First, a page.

New law to protect child credit now in action

by Allison Stalberg

With the New Year begins a new law that all parents should understand.

For the purpose of security, parents and guardians can now freeze the credit of their children under 18 years of age. The freeze prevents identity thieves from taking out loans and building up debts under the child’s name. As of the New Year, Credit Bureaus can now freeze a child’s credit report under the request of a parent or guardian.

The law started out as House Bill 607, primarily sponsored by Rep. Graig Meyer (D-Orange) and Rep. Jon Hardister (R- Guilford).

“This bill didn’t get much coverage when it was first passed, probably due to the fact that it passed unanimously and was non-controversial,” Hardister wrote to YES! Weekly. “But it is a very good, important policy change.”

Meyer said a part of his motivation was that bills to freeze children’s credit had been enacted in other states. When he checked to see if North Carolina had anything similar, he was disappointed to see that no such law existed.

“I reached out to the Attorney General’s office and heard from them a couple of stories of people that they have worked with where child identity theft had been a problem, so I knew it was a real issue here,” said Meyer.

A challenge Meyer held up was that victims often catch the crime years after its occurrence.

“One of the examples th at the Attorney General’s office told me was about a mother and son who went to enroll in college and were denied student loans,” Meyer said. “The son’s credit was ruined and that was because his identity was stolen years before and they never had any idea till that point because why would you check your child’s credit until you go do something like that?” Hardister believes the issue of child identity theft has gotten worse over the recent past.

“Identity thieves are targeting children more often because children usually have no established credit, which can make it harder to detect fraud,” said Hardister. “In 2013, the U.S. Department of Justice released a study indicating that over 1.5 million children are victimized by identity theft each year in the U.S.”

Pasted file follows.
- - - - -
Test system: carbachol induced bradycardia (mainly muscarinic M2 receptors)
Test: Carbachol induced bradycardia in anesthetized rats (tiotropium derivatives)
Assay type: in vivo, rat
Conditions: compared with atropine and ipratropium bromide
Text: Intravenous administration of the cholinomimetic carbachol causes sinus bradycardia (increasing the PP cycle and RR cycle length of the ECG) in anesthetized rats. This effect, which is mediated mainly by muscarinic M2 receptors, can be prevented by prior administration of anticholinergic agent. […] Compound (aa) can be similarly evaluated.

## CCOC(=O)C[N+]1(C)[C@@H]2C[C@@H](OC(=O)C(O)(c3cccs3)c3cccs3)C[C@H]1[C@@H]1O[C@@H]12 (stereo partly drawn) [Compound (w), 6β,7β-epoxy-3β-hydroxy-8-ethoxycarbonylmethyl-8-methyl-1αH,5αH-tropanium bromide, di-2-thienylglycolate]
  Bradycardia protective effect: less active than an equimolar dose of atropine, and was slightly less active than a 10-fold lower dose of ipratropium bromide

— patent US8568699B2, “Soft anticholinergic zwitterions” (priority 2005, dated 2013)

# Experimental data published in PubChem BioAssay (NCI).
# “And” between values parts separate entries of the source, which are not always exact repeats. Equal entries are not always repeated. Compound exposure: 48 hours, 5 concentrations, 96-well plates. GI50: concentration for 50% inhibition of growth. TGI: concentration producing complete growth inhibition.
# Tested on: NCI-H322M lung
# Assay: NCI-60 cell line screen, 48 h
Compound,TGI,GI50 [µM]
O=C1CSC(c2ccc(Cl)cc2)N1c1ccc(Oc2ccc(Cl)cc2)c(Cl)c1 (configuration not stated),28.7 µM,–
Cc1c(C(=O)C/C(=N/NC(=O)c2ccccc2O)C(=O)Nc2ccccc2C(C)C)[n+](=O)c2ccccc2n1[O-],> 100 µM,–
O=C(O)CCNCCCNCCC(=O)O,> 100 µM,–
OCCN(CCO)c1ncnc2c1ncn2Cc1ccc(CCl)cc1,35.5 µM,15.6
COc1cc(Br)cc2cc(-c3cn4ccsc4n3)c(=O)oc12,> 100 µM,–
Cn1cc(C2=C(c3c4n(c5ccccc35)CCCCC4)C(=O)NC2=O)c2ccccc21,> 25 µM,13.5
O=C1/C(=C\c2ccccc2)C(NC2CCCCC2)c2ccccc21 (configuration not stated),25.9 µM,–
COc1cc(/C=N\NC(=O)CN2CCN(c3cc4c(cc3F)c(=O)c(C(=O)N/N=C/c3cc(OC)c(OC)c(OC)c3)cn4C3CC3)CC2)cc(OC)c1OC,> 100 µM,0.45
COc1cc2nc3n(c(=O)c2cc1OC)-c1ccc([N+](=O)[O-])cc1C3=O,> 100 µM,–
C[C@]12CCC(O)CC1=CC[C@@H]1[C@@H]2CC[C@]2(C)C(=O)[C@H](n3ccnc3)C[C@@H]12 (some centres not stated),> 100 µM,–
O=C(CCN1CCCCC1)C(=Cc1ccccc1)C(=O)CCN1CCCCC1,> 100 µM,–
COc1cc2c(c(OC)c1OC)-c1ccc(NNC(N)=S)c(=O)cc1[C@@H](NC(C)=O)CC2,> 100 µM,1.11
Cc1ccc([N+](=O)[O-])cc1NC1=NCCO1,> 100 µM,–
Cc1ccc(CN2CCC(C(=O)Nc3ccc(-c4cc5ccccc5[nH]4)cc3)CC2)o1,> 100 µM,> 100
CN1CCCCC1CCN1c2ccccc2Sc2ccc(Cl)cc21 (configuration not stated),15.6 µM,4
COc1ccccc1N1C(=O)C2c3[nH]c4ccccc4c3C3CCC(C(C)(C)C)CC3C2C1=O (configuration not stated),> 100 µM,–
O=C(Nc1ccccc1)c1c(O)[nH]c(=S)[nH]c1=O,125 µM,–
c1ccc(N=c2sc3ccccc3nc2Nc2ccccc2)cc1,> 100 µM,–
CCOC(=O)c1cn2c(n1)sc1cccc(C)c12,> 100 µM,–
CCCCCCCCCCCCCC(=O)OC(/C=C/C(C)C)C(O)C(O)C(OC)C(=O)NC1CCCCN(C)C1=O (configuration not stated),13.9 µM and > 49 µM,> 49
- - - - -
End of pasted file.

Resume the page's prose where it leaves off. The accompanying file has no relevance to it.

An important highlight is that this law is not just for parents and their children, but for guardians as well.

“If you were say, a caretaker for a parent with dementia or a sibling who is mentally disabled, you can also use this to protect their identity,” said Meyer.

“Given the amount of elder fraud and other challenges that are similar that are going on, I think that’s pretty important.”

While the new law provides some protection for those under guardianship, Meyer believes there are still issues that laws have yet to fix.

“There are times where parents and guardians actually use their own child’s credit,” said Meyer. “Then the child ends up with bad credit when they become independent. It’s not clear what legislation we can use to address that because it is in fact the parents legal right to use their child’s identity how they want to. It’s just unfortunate some of them are doing that. We need to think about what we can do to prevent that or allow a child whose parents ruin their credit to have some means of redress.”

For now, this new law is there for those who need protection.

“The government has a responsibility to protect public safety, which includes protection from identity theft,” said Hardister. “With computer technology becoming more advanced, hackers are finding new ways to steal people’s identity. That is why we need to adapt to changing circumstances and continue working to protect people from identity theft.”

To apply for this security, a parent or guardian must contact each of the three credit bureaus. They need to apply with each of the three, making a separate application for each. There is a $5.00 fee for each freeze, unless the child has been victimized by identity theft, in which case the fees are waived.

The North Carolina Department of Justice has detailed guidelines for child credit freezes on its website: !